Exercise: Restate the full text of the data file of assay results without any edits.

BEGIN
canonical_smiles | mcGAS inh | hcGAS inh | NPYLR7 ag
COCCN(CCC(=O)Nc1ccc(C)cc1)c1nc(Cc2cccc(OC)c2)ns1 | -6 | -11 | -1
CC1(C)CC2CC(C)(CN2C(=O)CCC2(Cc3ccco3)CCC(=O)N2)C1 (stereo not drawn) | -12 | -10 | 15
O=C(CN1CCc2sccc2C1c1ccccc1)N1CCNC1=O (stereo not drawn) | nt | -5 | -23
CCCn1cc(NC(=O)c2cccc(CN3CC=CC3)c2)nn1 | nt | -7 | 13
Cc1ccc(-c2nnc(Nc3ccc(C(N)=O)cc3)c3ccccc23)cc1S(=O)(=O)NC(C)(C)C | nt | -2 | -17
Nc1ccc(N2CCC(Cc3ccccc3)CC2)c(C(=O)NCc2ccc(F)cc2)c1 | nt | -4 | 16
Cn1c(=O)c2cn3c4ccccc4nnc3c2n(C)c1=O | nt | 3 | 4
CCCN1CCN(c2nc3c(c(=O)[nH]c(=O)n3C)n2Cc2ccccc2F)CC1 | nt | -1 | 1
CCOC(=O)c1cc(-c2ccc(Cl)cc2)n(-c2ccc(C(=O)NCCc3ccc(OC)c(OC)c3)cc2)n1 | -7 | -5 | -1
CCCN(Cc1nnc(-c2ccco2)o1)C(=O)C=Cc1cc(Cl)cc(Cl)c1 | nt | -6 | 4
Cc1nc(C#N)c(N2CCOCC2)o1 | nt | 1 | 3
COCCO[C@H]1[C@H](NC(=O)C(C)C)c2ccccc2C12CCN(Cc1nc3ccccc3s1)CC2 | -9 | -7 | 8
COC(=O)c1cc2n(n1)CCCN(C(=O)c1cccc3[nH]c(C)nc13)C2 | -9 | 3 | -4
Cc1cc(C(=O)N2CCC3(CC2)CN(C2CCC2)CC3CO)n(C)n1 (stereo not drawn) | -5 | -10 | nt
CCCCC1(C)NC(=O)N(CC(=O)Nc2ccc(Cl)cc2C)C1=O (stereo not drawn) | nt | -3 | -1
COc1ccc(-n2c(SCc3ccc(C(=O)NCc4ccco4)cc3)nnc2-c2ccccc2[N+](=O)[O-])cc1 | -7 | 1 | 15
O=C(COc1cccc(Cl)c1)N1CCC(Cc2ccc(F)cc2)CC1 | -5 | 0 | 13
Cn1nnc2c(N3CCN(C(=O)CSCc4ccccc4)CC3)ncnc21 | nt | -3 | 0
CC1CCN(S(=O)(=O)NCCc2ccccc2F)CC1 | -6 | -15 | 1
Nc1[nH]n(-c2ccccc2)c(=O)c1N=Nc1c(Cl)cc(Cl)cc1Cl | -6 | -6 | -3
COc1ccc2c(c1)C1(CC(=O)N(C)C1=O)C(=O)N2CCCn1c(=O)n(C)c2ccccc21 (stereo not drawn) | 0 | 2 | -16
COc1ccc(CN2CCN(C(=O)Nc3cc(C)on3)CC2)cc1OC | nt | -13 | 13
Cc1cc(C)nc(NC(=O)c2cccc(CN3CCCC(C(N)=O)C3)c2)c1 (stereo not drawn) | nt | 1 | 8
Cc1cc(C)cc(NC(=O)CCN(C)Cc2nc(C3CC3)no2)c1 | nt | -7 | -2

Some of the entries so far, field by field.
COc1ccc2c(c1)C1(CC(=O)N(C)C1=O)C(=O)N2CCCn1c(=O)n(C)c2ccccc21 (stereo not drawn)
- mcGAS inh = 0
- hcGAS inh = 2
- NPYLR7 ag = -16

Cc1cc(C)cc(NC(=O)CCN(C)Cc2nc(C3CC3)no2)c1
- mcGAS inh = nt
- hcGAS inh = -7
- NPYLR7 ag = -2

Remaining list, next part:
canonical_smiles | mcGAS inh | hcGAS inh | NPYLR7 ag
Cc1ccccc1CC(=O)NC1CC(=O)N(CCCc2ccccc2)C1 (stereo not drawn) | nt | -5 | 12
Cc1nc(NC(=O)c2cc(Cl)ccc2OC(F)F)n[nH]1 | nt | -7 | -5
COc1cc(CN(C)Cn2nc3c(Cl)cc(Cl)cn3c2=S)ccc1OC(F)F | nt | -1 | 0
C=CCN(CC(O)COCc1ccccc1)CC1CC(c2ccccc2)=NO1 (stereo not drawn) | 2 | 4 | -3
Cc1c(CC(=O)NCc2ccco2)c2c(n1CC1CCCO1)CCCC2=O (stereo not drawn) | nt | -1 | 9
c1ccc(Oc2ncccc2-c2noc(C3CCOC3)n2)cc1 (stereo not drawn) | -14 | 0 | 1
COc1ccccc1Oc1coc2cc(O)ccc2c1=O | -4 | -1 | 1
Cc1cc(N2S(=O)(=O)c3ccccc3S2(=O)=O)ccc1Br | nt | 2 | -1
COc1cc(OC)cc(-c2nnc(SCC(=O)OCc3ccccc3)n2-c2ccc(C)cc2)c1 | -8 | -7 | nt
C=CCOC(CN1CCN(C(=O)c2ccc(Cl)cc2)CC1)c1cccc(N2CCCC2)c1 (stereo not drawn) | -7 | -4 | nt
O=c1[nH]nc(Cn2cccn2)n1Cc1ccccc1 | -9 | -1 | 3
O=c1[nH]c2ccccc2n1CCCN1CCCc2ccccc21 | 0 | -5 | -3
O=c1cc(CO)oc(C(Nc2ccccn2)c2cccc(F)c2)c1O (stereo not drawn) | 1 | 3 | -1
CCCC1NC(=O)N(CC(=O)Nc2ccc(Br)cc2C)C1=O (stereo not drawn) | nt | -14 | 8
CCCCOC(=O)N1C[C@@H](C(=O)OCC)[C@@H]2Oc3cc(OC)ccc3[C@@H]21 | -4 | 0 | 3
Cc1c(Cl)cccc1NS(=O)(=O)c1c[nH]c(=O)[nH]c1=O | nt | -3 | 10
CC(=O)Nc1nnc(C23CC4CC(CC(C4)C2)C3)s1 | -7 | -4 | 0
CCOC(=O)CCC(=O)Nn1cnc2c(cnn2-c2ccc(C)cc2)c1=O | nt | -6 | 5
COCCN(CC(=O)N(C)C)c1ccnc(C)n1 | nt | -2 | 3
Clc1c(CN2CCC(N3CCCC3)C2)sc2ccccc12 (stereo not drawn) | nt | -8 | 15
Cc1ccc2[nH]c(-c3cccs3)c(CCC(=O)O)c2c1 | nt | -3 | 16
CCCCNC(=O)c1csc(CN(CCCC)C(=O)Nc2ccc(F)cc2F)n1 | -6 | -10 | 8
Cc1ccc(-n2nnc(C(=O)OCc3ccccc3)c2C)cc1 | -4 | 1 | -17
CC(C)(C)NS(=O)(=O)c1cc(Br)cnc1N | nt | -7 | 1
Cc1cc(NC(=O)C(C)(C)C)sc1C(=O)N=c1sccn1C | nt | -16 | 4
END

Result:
canonical_smiles | mcGAS inh | hcGAS inh | NPYLR7 ag
COCCN(CCC(=O)Nc1ccc(C)cc1)c1nc(Cc2cccc(OC)c2)ns1 | -6 | -11 | -1
CC1(C)CC2CC(C)(CN2C(=O)CCC2(Cc3ccco3)CCC(=O)N2)C1 (stereo not drawn) | -12 | -10 | 15
O=C(CN1CCc2sccc2C1c1ccccc1)N1CCNC1=O (stereo not drawn) | nt | -5 | -23
CCCn1cc(NC(=O)c2cccc(CN3CC=CC3)c2)nn1 | nt | -7 | 13
Cc1ccc(-c2nnc(Nc3ccc(C(N)=O)cc3)c3ccccc23)cc1S(=O)(=O)NC(C)(C)C | nt | -2 | -17
Nc1ccc(N2CCC(Cc3ccccc3)CC2)c(C(=O)NCc2ccc(F)cc2)c1 | nt | -4 | 16
Cn1c(=O)c2cn3c4ccccc4nnc3c2n(C)c1=O | nt | 3 | 4
CCCN1CCN(c2nc3c(c(=O)[nH]c(=O)n3C)n2Cc2ccccc2F)CC1 | nt | -1 | 1
CCOC(=O)c1cc(-c2ccc(Cl)cc2)n(-c2ccc(C(=O)NCCc3ccc(OC)c(OC)c3)cc2)n1 | -7 | -5 | -1
CCCN(Cc1nnc(-c2ccco2)o1)C(=O)C=Cc1cc(Cl)cc(Cl)c1 | nt | -6 | 4
Cc1nc(C#N)c(N2CCOCC2)o1 | nt | 1 | 3
COCCO[C@H]1[C@H](NC(=O)C(C)C)c2ccccc2C12CCN(Cc1nc3ccccc3s1)CC2 | -9 | -7 | 8
COC(=O)c1cc2n(n1)CCCN(C(=O)c1cccc3[nH]c(C)nc13)C2 | -9 | 3 | -4
Cc1cc(C(=O)N2CCC3(CC2)CN(C2CCC2)CC3CO)n(C)n1 (stereo not drawn) | -5 | -10 | nt
CCCCC1(C)NC(=O)N(CC(=O)Nc2ccc(Cl)cc2C)C1=O (stereo not drawn) | nt | -3 | -1
COc1ccc(-n2c(SCc3ccc(C(=O)NCc4ccco4)cc3)nnc2-c2ccccc2[N+](=O)[O-])cc1 | -7 | 1 | 15
O=C(COc1cccc(Cl)c1)N1CCC(Cc2ccc(F)cc2)CC1 | -5 | 0 | 13
Cn1nnc2c(N3CCN(C(=O)CSCc4ccccc4)CC3)ncnc21 | nt | -3 | 0
CC1CCN(S(=O)(=O)NCCc2ccccc2F)CC1 | -6 | -15 | 1
Nc1[nH]n(-c2ccccc2)c(=O)c1N=Nc1c(Cl)cc(Cl)cc1Cl | -6 | -6 | -3
COc1ccc2c(c1)C1(CC(=O)N(C)C1=O)C(=O)N2CCCn1c(=O)n(C)c2ccccc21 (stereo not drawn) | 0 | 2 | -16
COc1ccc(CN2CCN(C(=O)Nc3cc(C)on3)CC2)cc1OC | nt | -13 | 13
Cc1cc(C)nc(NC(=O)c2cccc(CN3CCCC(C(N)=O)C3)c2)c1 (stereo not drawn) | nt | 1 | 8
Cc1cc(C)cc(NC(=O)CCN(C)Cc2nc(C3CC3)no2)c1 | nt | -7 | -2

Some of the entries so far, field by field.
COc1ccc2c(c1)C1(CC(=O)N(C)C1=O)C(=O)N2CCCn1c(=O)n(C)c2ccccc21 (stereo not drawn)
- mcGAS inh = 0
- hcGAS inh = 2
- NPYLR7 ag = -16

Cc1cc(C)cc(NC(=O)CCN(C)Cc2nc(C3CC3)no2)c1
- mcGAS inh = nt
- hcGAS inh = -7
- NPYLR7 ag = -2

Remaining list, next part:
canonical_smiles | mcGAS inh | hcGAS inh | NPYLR7 ag
Cc1ccccc1CC(=O)NC1CC(=O)N(CCCc2ccccc2)C1 (stereo not drawn) | nt | -5 | 12
Cc1nc(NC(=O)c2cc(Cl)ccc2OC(F)F)n[nH]1 | nt | -7 | -5
COc1cc(CN(C)Cn2nc3c(Cl)cc(Cl)cn3c2=S)ccc1OC(F)F | nt | -1 | 0
C=CCN(CC(O)COCc1ccccc1)CC1CC(c2ccccc2)=NO1 (stereo not drawn) | 2 | 4 | -3
Cc1c(CC(=O)NCc2ccco2)c2c(n1CC1CCCO1)CCCC2=O (stereo not drawn) | nt | -1 | 9
c1ccc(Oc2ncccc2-c2noc(C3CCOC3)n2)cc1 (stereo not drawn) | -14 | 0 | 1
COc1ccccc1Oc1coc2cc(O)ccc2c1=O | -4 | -1 | 1
Cc1cc(N2S(=O)(=O)c3ccccc3S2(=O)=O)ccc1Br | nt | 2 | -1
COc1cc(OC)cc(-c2nnc(SCC(=O)OCc3ccccc3)n2-c2ccc(C)cc2)c1 | -8 | -7 | nt
C=CCOC(CN1CCN(C(=O)c2ccc(Cl)cc2)CC1)c1cccc(N2CCCC2)c1 (stereo not drawn) | -7 | -4 | nt
O=c1[nH]nc(Cn2cccn2)n1Cc1ccccc1 | -9 | -1 | 3
O=c1[nH]c2ccccc2n1CCCN1CCCc2ccccc21 | 0 | -5 | -3
O=c1cc(CO)oc(C(Nc2ccccn2)c2cccc(F)c2)c1O (stereo not drawn) | 1 | 3 | -1
CCCC1NC(=O)N(CC(=O)Nc2ccc(Br)cc2C)C1=O (stereo not drawn) | nt | -14 | 8
CCCCOC(=O)N1C[C@@H](C(=O)OCC)[C@@H]2Oc3cc(OC)ccc3[C@@H]21 | -4 | 0 | 3
Cc1c(Cl)cccc1NS(=O)(=O)c1c[nH]c(=O)[nH]c1=O | nt | -3 | 10
CC(=O)Nc1nnc(C23CC4CC(CC(C4)C2)C3)s1 | -7 | -4 | 0
CCOC(=O)CCC(=O)Nn1cnc2c(cnn2-c2ccc(C)cc2)c1=O | nt | -6 | 5
COCCN(CC(=O)N(C)C)c1ccnc(C)n1 | nt | -2 | 3
Clc1c(CN2CCC(N3CCCC3)C2)sc2ccccc12 (stereo not drawn) | nt | -8 | 15
Cc1ccc2[nH]c(-c3cccs3)c(CCC(=O)O)c2c1 | nt | -3 | 16
CCCCNC(=O)c1csc(CN(CCCC)C(=O)Nc2ccc(F)cc2F)n1 | -6 | -10 | 8
Cc1ccc(-n2nnc(C(=O)OCc3ccccc3)c2C)cc1 | -4 | 1 | -17
CC(C)(C)NS(=O)(=O)c1cc(Br)cnc1N | nt | -7 | 1
Cc1cc(NC(=O)C(C)(C)C)sc1C(=O)N=c1sccn1C | nt | -16 | 4